and surrounding reservation is the largest contiguous block of conserved forestland in Massachusetts. The reservation includes more than 80,000 contiguous acres of forest bordering the towns of Belchertown, Pelham, Shutesbury, and Leverett. Not only does this reserve ensure clean drinking water for Boston and other communities, mostly in the Eastern part of the state, the forest provides important habitat for bobcat, coyote, moose, bald eagle, black bear and dozens of other species. Yet without connectivity to other natural areas, habitat here could become isolated. Kestrel is dedicated to protecting forestland extending from and connecting to the Quabbin to enlarge the protected core area for water quality, establish connections for wildlife corridors, and encourage sustainable forest stewardship on private land. Kestrel works with towns to purchase parcels to create new public conservation areas. Or we work with landowners to place Conservation Restrictions (CR) on private land.
Much of this land in our region is temporarily protected by the Chapter 61 tax status, which gives landowners a tax incentive to maintain their land for forestry purposes. Kestrel works with those landowners who want to keep their forests as forests. Through purchasing or accepting donations of CRs, landowners have a choice to develop a CR that conserves private woodlands for sustainable forest management or to preserve and restore their forest as forever wild. Landowners can continue to own and use the property as a managed woodland under a CR and associated Forest Stewardship Plan, which conserves the wildlife habitat and watershed values while allowing for sustainable forestry operations.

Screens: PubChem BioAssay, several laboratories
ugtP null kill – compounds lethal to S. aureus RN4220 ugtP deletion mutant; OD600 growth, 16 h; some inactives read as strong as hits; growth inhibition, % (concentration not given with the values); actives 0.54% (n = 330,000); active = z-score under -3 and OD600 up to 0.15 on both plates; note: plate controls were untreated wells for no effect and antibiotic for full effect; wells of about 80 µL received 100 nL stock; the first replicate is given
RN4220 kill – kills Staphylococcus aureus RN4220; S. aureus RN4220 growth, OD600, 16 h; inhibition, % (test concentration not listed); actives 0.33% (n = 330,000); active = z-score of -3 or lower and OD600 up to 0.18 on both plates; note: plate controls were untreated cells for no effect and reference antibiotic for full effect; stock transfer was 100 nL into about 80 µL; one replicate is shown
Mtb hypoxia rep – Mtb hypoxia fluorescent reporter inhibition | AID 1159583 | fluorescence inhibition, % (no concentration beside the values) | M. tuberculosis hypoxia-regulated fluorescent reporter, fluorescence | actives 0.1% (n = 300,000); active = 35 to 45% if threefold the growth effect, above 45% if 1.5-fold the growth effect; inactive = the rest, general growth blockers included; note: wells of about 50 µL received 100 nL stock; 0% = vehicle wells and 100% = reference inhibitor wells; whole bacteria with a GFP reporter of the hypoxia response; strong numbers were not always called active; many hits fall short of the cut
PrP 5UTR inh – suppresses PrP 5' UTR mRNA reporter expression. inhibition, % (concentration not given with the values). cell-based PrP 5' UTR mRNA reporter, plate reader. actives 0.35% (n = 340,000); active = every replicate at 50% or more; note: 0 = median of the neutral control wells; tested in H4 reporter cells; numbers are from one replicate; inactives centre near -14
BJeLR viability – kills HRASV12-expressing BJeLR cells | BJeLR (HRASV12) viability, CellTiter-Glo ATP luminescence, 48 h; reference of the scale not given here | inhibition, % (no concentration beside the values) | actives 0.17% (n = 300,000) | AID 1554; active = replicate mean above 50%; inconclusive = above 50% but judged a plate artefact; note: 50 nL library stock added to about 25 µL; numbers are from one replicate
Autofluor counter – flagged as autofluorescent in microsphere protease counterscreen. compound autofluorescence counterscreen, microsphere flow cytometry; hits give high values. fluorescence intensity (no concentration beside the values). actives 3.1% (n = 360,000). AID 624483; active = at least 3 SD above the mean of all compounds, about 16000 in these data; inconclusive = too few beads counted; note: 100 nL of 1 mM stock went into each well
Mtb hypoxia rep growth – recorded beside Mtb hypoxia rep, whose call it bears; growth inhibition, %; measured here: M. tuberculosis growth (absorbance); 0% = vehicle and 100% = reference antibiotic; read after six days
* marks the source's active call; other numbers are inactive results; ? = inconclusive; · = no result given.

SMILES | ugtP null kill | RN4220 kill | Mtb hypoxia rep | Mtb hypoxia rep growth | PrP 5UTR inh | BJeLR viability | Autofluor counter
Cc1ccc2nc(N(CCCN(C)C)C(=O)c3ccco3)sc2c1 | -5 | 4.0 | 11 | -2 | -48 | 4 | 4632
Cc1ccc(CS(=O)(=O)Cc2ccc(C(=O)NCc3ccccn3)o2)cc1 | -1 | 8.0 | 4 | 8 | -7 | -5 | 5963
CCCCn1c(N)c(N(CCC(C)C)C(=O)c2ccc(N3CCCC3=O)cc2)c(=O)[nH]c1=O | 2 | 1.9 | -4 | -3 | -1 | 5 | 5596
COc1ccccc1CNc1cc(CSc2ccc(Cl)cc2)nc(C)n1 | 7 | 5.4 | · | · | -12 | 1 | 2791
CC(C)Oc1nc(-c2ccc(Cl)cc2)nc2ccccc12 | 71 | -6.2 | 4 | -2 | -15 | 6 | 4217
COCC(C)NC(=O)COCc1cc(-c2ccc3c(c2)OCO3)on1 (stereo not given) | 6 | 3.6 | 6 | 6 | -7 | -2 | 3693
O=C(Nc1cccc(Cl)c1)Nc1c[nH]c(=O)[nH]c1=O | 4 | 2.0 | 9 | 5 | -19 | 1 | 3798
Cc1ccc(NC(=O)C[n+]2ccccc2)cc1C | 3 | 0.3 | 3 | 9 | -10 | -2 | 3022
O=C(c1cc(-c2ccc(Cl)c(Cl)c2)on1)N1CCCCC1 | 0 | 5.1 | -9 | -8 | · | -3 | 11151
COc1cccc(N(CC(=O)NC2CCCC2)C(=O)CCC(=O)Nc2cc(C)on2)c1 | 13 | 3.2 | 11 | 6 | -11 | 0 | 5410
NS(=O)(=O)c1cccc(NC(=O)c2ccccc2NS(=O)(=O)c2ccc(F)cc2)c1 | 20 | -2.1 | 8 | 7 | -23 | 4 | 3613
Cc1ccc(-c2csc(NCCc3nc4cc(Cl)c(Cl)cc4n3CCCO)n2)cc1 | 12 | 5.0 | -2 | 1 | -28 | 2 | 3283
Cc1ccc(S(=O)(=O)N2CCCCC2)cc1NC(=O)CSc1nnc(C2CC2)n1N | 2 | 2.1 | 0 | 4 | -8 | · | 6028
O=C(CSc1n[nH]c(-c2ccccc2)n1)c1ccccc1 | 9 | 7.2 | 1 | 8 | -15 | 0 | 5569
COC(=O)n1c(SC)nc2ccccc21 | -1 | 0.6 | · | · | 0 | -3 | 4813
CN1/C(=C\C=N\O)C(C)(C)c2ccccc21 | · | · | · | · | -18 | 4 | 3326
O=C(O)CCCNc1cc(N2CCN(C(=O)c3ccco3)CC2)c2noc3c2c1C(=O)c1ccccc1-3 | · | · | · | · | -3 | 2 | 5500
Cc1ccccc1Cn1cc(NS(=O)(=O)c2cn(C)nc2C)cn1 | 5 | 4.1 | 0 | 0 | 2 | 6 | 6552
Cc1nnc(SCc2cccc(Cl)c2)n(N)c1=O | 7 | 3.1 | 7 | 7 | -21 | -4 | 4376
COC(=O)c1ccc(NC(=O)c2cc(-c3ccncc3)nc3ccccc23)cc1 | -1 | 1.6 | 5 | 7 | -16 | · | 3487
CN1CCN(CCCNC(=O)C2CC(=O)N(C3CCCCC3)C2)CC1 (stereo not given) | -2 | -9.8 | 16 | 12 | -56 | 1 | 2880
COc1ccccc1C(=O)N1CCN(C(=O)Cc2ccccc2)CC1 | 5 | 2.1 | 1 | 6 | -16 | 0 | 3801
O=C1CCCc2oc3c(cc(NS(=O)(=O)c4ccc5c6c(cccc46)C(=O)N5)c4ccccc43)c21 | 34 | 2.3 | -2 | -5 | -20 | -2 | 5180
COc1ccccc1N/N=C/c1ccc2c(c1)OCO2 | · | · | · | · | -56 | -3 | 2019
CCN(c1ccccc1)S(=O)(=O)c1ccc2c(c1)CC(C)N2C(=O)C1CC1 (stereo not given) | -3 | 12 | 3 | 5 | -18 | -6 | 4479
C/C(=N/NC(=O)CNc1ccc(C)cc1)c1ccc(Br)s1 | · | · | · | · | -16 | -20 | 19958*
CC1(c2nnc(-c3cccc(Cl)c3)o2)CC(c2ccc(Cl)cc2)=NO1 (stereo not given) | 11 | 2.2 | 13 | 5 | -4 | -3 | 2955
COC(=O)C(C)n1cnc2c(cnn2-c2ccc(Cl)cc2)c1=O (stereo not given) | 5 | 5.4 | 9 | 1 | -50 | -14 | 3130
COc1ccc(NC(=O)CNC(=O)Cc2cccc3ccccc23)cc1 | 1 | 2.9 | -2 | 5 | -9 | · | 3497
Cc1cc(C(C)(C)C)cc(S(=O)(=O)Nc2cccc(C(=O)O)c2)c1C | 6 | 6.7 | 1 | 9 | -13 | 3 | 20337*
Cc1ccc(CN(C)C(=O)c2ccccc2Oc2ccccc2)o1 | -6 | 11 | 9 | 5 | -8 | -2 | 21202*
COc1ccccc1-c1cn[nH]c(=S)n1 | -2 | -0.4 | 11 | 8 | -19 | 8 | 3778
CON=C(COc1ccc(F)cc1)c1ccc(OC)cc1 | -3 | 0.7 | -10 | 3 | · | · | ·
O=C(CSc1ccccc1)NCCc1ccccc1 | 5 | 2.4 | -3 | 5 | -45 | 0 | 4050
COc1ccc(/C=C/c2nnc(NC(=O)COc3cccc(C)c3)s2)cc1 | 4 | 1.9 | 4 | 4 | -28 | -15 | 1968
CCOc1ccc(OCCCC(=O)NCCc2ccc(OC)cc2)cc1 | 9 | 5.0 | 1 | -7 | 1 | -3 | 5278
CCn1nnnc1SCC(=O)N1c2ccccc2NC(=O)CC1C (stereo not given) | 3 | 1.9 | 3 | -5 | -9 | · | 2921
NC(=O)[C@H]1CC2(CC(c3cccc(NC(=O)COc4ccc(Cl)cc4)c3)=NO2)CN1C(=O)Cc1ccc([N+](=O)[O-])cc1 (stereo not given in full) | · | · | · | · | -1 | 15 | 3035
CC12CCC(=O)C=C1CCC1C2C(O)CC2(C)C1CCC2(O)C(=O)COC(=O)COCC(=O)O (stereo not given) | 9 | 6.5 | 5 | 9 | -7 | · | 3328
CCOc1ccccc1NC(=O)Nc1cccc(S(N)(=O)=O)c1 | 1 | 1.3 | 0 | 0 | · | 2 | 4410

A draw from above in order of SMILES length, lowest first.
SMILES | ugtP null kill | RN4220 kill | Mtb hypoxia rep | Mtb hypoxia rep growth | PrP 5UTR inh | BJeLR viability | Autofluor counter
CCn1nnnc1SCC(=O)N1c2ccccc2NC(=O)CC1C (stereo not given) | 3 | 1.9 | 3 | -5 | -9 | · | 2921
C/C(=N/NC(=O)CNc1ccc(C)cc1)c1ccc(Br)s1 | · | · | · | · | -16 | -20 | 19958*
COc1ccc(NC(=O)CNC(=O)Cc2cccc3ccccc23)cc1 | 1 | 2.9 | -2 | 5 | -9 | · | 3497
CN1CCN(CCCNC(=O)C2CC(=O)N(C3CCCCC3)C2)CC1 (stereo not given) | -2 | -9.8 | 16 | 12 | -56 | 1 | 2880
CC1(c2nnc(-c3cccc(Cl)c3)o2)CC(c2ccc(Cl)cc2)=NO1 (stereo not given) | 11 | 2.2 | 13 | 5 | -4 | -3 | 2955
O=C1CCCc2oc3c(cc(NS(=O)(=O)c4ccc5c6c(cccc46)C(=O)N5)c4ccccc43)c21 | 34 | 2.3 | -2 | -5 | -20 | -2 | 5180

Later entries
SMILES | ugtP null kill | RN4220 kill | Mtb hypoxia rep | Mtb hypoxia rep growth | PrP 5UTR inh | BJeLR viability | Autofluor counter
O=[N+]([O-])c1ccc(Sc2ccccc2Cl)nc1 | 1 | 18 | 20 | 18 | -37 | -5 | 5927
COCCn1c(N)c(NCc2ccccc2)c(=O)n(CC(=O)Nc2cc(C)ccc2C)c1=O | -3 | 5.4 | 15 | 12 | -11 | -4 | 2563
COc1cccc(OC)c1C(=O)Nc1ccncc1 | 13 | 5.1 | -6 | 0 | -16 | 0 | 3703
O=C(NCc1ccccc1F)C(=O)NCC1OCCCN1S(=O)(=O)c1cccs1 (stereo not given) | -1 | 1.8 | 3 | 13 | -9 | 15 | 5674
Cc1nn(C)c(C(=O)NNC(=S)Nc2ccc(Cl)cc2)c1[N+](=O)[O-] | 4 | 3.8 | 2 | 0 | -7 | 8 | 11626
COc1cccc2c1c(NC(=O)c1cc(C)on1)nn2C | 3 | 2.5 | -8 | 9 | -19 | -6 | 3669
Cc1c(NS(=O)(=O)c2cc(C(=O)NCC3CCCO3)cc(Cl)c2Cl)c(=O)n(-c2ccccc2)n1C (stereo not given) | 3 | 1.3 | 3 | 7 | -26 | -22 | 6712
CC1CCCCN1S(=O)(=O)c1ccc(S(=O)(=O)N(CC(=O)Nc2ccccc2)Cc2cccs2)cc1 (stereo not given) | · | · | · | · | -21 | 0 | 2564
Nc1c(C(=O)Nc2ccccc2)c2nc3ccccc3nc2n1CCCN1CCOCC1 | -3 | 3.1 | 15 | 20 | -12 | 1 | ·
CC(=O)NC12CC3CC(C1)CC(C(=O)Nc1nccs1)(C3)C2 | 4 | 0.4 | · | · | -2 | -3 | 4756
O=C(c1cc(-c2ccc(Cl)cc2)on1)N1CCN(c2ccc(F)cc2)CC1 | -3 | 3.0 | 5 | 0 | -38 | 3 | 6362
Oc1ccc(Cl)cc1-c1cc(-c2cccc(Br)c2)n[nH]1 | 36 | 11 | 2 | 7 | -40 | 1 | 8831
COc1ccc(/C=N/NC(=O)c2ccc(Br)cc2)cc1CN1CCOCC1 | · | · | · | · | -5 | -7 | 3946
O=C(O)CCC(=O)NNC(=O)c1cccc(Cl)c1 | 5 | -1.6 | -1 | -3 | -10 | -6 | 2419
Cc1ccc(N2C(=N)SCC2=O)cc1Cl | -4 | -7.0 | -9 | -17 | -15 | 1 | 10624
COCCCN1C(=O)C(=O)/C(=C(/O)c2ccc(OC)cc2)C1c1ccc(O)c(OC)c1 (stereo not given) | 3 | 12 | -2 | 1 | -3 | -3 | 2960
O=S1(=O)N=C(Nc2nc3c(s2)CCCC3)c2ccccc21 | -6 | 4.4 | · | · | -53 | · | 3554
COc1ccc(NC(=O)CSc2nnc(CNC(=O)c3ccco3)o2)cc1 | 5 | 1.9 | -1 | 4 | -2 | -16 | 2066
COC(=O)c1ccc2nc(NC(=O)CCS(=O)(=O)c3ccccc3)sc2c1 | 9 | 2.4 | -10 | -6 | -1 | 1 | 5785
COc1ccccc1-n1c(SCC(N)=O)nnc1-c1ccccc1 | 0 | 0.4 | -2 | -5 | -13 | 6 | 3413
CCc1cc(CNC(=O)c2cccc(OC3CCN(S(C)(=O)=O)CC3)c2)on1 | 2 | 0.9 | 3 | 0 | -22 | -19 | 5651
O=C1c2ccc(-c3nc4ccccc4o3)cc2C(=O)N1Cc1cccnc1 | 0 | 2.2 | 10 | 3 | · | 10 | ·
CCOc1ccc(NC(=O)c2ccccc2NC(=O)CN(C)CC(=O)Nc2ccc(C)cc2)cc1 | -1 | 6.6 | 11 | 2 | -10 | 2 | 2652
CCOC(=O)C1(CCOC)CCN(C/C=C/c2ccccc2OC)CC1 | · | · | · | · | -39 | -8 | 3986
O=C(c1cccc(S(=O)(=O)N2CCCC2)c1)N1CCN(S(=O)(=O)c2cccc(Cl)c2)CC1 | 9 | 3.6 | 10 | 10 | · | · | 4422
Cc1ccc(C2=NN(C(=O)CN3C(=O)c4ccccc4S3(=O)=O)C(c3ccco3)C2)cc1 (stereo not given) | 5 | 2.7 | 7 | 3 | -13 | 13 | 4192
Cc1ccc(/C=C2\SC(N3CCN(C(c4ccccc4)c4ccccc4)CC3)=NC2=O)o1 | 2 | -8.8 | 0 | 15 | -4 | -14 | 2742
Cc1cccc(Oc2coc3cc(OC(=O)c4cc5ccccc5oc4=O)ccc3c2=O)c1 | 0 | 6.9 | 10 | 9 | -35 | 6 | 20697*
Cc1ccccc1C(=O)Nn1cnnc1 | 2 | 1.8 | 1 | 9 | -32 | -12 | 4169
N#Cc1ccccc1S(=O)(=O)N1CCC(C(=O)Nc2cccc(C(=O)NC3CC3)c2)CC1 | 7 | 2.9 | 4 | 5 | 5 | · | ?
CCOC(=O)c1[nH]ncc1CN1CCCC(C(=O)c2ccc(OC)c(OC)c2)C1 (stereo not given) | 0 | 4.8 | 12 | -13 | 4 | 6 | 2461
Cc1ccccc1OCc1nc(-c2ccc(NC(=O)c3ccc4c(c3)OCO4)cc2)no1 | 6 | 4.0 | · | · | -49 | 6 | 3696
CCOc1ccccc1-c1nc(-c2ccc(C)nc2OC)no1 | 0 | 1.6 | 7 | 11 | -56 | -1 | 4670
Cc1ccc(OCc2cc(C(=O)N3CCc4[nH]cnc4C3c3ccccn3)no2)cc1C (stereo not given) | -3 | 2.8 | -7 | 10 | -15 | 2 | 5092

Kestrel has joined the North Quabbin Regional Partnershipand the Wildlands-Woodlands Project, which both promote cooperation between land trusts, towns, and the state working to conserve forestland in the greater Quabbin region and around Massachusetts. We have also begun to work with landowners to purchase CRs through the Forest Legacy program, a new source of funding which recently became available in Kestrel’s region.
These are the most visible natural monuments in the Connecticut River Valley. The Mount Holyoke Range was named a "Last Chance Landscape" by Scenic America in 2000, but only about half of the Range is protected. The rest of it, which is in private hands, is increasingly threatened with development creeping up the hillsides to take advantage of but also become the view.
Kestrel is committed to working with the associated Town Conservation Commissions and state agencies to arrange for the acquisition of key parcels within and near these public lands to increase public ownership of our cherished mountains. We also work with landowners who wish to retain private ownership of their land while protecting it. Landowners can donate or sell a conservation restriction on their private property to ensure that it remains a protected in perpetuity, either as a working woodland or as a wild forest.
Places We Protect